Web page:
The standard GPS dual-frequency pseudorange (code) and carrier phase (phase) observation equations are typically written in the form:
where Pi is a pseudorange measurement made at frequency i and Φi is a carrier phase measurement made at frequency i. We write the integer ambiguity Ni on the left side to show how it converts the ambiguous phase measurement Φi into a precise pseudorange Li. The factor q represents the ratio of the primary and secondary GPS frequencies, c is the vacuum speed of light and λi is the frequency-dependent wavelength of the carrier phase measurements. Of the geometric parameters, ρ represents the geometric range between transmitter and receiver antennas, T is the range delay caused by signal propagation through the lower atmosphere (predominantly the Troposphere), and I is the range delay and apparent phase advance on the primary frequency caused by signal propagation through the upper atmosphere (predominantly the Ionosphere). The remaining, non-geometric, parameters are the oscillator or ‘clock’ errors for both the transmitter and receiver (dts and dtr respectively), and common-oscillator hardware biases (b**) for each observation. Unmodelled random or quasi-random errors are represented by ε*.
The usual practice when processing dual-frequency measurements is to take advantage of the frequency-dependence of the ionospheric delay (to first order) and linearly combine two pseudoranges and two carrier phases to produce ionosphere-free observables:
P 3 =ρ+T+c(dt r −dt s)+b P3 r −b P3 s+εP3
L 3 =ρ+T+c(dt r −dt s)+b L3 r −b L3 s−λ3 N 3εL3
and the ionosphere-free ambiguity combination N3=77N1−60N2 is placed on the right-hand side to indicate that it is now treated as a parameter to be estimated from the data.
As they stand, these equations are over-parameterised, and any system of normal equations derived from them for the purposes of a least squares solution will be singular. There are two causes of deficiency. The first is that the clock errors are inherently differenced and cannot be uniquely separated. This is overcome in a network solution by fixing one of the station clocks, and in a single-receiver solution by fixing the satellite clocks. The remaining singularity is due to the presence of the hardware biases and their identical functional behavior with the associated clock parameters. Both these types of parameter represent common-mode time delays and having constant partial derivatives are not uniquely separable.
To explicitly deal with this singularity, equivalent equations can be written with clock and code bias parameters combined. At the same time, due to the uniquely ambiguous nature of the carrier phase, the combined clock and bias parameter can be carried over to the phase observable:
P 3 =ρ+T+c(dt P3 r −dt P3 s)+εP3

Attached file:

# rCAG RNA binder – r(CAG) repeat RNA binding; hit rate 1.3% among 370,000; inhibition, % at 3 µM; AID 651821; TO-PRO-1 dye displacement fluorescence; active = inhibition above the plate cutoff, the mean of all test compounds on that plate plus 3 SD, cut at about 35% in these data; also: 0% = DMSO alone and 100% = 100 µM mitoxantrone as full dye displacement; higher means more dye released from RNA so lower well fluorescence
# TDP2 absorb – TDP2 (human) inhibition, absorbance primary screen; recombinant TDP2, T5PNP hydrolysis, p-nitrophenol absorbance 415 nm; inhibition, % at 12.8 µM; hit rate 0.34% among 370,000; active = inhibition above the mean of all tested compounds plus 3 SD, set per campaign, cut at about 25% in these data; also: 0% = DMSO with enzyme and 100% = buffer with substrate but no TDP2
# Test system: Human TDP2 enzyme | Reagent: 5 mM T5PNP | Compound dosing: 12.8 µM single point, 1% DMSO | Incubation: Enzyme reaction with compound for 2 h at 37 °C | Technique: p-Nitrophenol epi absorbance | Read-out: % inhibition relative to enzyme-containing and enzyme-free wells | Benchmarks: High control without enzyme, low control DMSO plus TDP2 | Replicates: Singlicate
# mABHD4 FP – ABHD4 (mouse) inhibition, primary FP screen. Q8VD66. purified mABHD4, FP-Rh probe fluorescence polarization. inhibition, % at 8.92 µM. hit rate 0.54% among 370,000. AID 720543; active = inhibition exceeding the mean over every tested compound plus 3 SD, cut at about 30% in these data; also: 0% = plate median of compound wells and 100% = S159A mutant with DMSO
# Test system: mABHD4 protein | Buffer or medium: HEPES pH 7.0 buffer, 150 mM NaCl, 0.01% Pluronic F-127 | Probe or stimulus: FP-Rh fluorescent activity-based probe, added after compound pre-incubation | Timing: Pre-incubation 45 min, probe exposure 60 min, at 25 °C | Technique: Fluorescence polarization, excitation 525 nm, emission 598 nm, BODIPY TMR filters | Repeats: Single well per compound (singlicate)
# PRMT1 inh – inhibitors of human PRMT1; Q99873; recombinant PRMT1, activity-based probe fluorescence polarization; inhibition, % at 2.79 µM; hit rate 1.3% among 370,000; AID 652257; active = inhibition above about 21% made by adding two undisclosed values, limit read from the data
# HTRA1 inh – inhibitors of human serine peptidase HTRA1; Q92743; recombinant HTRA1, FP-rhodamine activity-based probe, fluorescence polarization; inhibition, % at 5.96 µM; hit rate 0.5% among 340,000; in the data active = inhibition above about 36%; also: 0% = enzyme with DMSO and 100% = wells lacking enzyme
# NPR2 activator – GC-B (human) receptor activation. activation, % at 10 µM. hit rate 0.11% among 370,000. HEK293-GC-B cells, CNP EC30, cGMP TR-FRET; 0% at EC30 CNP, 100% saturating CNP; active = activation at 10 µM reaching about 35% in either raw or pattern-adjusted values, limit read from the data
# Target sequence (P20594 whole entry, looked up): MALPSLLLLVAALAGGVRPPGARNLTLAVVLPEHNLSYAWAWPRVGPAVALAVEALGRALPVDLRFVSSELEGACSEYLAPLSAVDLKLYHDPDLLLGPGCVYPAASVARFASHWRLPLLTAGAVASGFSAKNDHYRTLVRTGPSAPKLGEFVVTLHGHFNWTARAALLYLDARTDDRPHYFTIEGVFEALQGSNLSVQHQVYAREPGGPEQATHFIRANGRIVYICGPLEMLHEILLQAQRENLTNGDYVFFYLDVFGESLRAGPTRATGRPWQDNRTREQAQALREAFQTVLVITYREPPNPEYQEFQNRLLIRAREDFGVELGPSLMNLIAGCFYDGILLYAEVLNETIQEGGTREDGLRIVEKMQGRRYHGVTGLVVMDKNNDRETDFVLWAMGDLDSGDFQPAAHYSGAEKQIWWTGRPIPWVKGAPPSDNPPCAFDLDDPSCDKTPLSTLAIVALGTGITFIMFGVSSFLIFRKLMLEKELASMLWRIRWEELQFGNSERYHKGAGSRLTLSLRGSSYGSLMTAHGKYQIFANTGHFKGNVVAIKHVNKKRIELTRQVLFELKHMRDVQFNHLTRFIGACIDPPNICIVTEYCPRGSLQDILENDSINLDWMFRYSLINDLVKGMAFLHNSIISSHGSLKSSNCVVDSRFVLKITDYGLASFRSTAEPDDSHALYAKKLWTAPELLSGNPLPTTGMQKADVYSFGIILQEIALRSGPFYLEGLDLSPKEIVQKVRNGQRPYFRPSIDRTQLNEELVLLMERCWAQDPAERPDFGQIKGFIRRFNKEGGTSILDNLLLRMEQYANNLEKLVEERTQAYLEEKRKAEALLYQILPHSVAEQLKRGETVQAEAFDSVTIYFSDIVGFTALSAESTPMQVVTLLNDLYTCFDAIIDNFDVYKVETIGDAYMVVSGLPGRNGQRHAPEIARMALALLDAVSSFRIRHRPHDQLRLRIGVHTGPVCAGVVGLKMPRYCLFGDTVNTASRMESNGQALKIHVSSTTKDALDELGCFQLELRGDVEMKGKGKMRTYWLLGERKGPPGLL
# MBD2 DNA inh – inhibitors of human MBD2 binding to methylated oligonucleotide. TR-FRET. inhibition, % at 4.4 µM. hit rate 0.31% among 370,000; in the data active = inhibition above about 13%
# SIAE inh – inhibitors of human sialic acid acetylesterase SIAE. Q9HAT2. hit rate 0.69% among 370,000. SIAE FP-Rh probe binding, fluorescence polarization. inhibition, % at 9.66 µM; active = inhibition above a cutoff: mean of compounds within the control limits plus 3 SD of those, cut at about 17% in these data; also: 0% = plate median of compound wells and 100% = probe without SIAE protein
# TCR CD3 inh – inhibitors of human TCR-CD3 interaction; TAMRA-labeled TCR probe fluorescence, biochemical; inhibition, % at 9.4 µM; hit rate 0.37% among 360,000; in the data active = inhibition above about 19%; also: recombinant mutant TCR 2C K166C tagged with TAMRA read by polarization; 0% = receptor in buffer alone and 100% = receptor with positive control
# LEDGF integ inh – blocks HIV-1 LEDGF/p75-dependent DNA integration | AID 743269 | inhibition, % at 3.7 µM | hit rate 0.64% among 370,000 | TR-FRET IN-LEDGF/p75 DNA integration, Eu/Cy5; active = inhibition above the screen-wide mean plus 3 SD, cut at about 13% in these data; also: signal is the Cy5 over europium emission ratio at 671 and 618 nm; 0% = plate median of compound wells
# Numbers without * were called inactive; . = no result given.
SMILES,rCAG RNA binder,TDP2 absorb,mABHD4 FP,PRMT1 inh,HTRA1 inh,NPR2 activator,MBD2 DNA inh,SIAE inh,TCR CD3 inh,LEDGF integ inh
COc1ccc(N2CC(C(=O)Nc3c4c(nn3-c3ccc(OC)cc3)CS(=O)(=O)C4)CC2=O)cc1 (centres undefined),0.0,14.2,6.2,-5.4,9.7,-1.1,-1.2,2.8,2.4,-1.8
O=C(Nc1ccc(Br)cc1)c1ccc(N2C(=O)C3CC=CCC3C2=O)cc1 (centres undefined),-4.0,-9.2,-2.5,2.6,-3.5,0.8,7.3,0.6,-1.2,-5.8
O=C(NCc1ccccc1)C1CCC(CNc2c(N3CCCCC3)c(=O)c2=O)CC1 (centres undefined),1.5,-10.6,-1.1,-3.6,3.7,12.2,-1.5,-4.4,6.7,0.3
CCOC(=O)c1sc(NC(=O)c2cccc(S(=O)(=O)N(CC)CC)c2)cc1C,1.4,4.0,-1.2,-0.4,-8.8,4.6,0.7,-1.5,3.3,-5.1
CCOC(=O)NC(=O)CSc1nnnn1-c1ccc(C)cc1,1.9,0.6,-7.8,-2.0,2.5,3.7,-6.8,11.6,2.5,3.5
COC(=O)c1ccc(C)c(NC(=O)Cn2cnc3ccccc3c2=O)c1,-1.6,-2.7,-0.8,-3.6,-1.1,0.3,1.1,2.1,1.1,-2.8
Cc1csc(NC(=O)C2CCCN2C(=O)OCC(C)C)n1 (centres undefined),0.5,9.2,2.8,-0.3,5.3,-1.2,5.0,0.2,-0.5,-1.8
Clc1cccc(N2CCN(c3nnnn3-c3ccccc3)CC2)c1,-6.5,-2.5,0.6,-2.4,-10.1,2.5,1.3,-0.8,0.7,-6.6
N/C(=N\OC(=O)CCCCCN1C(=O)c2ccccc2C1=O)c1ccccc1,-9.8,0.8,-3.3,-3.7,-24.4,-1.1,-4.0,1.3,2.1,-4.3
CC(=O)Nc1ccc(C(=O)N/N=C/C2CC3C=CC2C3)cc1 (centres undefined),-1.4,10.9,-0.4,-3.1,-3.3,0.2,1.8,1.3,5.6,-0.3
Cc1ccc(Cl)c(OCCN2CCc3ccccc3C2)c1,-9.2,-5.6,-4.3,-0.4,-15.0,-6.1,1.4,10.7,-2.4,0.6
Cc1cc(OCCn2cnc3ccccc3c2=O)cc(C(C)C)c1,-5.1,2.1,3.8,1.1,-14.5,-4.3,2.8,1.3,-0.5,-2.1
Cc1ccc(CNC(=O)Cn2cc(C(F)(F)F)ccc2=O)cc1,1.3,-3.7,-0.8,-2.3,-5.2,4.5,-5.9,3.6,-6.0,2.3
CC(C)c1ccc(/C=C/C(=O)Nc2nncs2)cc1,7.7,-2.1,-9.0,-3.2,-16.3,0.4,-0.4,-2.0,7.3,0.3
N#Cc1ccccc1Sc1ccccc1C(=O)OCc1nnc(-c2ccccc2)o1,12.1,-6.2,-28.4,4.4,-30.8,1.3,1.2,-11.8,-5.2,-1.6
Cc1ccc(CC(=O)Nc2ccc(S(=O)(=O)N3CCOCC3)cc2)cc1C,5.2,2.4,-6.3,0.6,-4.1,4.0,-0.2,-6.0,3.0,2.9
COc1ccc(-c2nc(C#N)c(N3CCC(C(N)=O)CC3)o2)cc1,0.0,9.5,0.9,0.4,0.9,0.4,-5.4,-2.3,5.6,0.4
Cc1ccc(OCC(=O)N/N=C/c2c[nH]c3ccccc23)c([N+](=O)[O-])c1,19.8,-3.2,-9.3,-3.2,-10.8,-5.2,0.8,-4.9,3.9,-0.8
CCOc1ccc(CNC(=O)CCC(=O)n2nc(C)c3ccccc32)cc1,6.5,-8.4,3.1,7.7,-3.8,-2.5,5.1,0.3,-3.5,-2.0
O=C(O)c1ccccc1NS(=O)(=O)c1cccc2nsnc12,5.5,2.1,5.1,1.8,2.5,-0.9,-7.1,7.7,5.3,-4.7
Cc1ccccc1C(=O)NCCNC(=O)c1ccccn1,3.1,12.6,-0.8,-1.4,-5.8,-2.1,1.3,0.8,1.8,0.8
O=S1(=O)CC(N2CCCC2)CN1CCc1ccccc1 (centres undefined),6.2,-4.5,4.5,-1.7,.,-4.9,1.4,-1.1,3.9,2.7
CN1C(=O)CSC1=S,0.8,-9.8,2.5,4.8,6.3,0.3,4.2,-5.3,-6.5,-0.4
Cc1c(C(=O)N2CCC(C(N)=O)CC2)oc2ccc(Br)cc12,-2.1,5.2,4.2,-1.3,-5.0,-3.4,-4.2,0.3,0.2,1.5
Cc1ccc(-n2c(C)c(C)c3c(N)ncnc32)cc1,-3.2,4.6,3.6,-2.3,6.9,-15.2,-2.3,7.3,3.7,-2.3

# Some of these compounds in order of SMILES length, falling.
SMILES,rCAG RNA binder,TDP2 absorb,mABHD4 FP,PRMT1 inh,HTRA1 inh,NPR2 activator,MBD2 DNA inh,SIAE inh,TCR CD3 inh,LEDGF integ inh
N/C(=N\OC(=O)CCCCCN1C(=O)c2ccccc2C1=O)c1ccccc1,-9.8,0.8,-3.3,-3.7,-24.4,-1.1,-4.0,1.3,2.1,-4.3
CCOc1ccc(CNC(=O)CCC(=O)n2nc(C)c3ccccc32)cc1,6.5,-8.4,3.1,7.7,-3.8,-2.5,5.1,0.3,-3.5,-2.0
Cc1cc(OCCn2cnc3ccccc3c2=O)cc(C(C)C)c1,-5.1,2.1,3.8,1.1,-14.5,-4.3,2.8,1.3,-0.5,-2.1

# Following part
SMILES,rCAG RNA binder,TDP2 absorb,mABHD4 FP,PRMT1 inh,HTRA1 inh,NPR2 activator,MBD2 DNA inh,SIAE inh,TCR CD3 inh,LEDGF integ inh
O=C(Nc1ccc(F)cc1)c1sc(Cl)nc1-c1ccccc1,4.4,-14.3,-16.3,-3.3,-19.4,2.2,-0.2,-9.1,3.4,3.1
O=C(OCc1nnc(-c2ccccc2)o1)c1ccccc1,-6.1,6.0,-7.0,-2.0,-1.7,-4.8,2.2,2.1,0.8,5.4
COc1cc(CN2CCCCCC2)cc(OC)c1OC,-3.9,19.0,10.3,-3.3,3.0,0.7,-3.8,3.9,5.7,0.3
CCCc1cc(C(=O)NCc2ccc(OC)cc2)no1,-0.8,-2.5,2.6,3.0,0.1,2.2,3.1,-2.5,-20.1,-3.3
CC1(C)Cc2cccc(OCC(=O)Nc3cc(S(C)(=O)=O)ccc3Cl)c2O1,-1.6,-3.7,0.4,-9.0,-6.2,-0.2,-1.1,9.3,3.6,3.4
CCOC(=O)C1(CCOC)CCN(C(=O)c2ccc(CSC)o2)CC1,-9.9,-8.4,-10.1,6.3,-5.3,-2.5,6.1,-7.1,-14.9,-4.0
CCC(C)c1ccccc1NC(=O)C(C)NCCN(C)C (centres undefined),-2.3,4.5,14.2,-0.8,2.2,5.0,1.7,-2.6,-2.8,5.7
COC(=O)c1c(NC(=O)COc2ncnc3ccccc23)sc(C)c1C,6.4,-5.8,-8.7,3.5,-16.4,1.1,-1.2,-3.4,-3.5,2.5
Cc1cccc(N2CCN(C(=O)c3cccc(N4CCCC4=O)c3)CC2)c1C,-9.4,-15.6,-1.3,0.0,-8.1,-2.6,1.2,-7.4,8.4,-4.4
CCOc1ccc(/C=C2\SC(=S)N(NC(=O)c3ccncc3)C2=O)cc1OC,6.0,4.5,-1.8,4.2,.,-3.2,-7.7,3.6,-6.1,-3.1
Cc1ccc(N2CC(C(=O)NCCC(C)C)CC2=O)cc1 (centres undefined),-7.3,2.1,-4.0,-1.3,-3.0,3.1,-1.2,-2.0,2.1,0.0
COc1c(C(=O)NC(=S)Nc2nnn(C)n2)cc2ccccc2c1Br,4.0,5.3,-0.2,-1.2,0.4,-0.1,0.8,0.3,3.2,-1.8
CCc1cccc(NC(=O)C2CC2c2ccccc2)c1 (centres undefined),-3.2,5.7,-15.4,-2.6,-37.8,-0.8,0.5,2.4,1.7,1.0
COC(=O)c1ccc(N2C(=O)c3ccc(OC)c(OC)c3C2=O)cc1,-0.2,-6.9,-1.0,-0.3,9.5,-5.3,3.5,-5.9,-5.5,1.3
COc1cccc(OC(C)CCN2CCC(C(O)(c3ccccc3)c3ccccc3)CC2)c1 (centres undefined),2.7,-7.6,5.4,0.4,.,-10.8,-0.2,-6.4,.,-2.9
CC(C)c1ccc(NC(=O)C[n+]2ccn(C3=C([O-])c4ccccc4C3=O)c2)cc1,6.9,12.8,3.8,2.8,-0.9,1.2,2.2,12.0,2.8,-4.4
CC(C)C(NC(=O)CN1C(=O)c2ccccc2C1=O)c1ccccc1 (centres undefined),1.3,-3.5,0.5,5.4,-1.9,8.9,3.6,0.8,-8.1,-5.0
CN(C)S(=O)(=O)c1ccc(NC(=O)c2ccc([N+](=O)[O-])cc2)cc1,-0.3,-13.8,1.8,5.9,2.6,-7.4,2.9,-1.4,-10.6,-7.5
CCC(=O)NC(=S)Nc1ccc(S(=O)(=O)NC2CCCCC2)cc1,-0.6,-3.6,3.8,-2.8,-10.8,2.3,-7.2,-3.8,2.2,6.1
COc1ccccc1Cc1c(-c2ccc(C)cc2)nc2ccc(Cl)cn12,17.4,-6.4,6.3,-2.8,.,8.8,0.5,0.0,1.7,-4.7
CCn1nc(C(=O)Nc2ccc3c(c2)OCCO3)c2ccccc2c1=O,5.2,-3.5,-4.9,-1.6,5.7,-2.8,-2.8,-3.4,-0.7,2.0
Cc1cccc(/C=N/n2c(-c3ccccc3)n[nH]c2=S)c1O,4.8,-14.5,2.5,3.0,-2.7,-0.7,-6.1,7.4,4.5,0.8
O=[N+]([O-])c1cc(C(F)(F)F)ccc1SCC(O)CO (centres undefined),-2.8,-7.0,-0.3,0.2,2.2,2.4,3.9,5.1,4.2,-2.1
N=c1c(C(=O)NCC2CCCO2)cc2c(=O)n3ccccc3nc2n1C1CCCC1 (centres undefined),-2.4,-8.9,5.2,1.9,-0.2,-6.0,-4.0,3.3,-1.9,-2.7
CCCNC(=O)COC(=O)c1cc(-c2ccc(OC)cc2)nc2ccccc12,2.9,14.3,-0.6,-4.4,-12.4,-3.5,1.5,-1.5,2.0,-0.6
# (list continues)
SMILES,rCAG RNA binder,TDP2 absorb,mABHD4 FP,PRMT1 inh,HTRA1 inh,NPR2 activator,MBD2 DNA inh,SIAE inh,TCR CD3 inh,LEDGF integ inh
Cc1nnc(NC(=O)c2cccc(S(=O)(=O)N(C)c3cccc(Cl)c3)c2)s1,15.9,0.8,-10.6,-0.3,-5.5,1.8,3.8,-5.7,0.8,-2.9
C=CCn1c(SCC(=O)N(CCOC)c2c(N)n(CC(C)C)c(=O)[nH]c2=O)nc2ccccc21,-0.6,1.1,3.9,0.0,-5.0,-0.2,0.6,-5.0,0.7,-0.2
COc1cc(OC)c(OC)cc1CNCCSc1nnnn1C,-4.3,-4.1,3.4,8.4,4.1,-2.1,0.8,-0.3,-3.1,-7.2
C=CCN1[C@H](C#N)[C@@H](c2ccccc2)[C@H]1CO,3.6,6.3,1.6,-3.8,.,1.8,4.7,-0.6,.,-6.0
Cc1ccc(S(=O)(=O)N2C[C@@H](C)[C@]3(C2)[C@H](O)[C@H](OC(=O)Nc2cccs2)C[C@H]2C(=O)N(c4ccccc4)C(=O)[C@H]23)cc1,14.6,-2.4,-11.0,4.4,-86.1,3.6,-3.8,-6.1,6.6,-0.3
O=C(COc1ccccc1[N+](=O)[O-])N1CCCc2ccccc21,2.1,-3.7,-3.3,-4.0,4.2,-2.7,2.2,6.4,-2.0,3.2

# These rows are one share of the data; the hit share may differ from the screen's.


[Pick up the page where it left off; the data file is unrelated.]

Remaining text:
L 3 =ρ+T+c(dt P3 r −dt P3 s)+AP3+εL3
where c·dtP3*=c·dt*+bP3*, and compensating code biases plus the phase biases and the ambiguity are combined into one parameter:
A P3 =b L3 r −b P3 r −b L3 +b P3 s−λ3 N 3
which is sometimes referred to as the ‘float ambiguity’ because it is not integer valued. The justification for grouping these parameters is that they are all functionally identical (constant partial derivatives) and as a random bias, the integer ambiguity cannot be independently predicted a-priori.
These equations will be referenced as the standard model for dual-frequency undifferenced processing, despite being in what may appear to be a non-standard form. These equations correctly represent the combined effect of common-mode code-biases, common-observation clocks and random bias ambiguities. The net effect is that the ambiguity parameter of the standard model contains both phase and code time-constant biases.
It is re-stated that the standard model of undifferenced ionosphere-free observables is sub-optimal, in that the estimated ambiguities contain the constant code as well as phase biases. Should the code or phase biases also vary over time, then the standard model is even less accurate, and any such variations must be accommodated by the other estimated parameters. For the standard model this will be primarily the clocks and ambiguities.
Prior systems have not addressed this problem. For example, U.S. Pat. Nos. 5,621,646 and 5,828,336 both describe systems to compute GPS user corrections from wide-area ground networks. Both refer to using ionosphere-free pseudoranges explicitly smoothed with the carrier phase measurements, or averaged pseudoranges as estimates for the carrier ambiguity. The latter patent describes a process to explicitly estimate the ionosphere through which the measurements pass, wherein the existence of “instrumental biases” in both the receiver and satellite transmitter is acknowledged. The differing nature of code biases versus phase biases is not acknowledged and neither is the impact on standard model processing for positioning, etc. U.S. Pat. No. 5,963,167 (which is a development of U.S. Pat. No. 5,828,336) describes a more comprehensive analysis package for processing GPS observations. This patent refers briefly to the fixing of double-difference ambiguities in a network solution, but without significant detail and not for an isolated user.
U.S. Pat. No. 6,697,736 B2 relates to a positioning and navigation method and system combining GPS with an Inertial Navigation System. The objective of this patent is to provide a positioning and navigation method and system, in which the satellite signal carrier phase measurements, as well as the pseudoranges of the Global Positioning System are used in a Kalman filter, so as to improve the accuracy of the integrated positioning solution. It is claimed that carrier phase ambiguities can be fixed, but the existence and effect of code and phase biases in the underlying mathematical model is not recognised.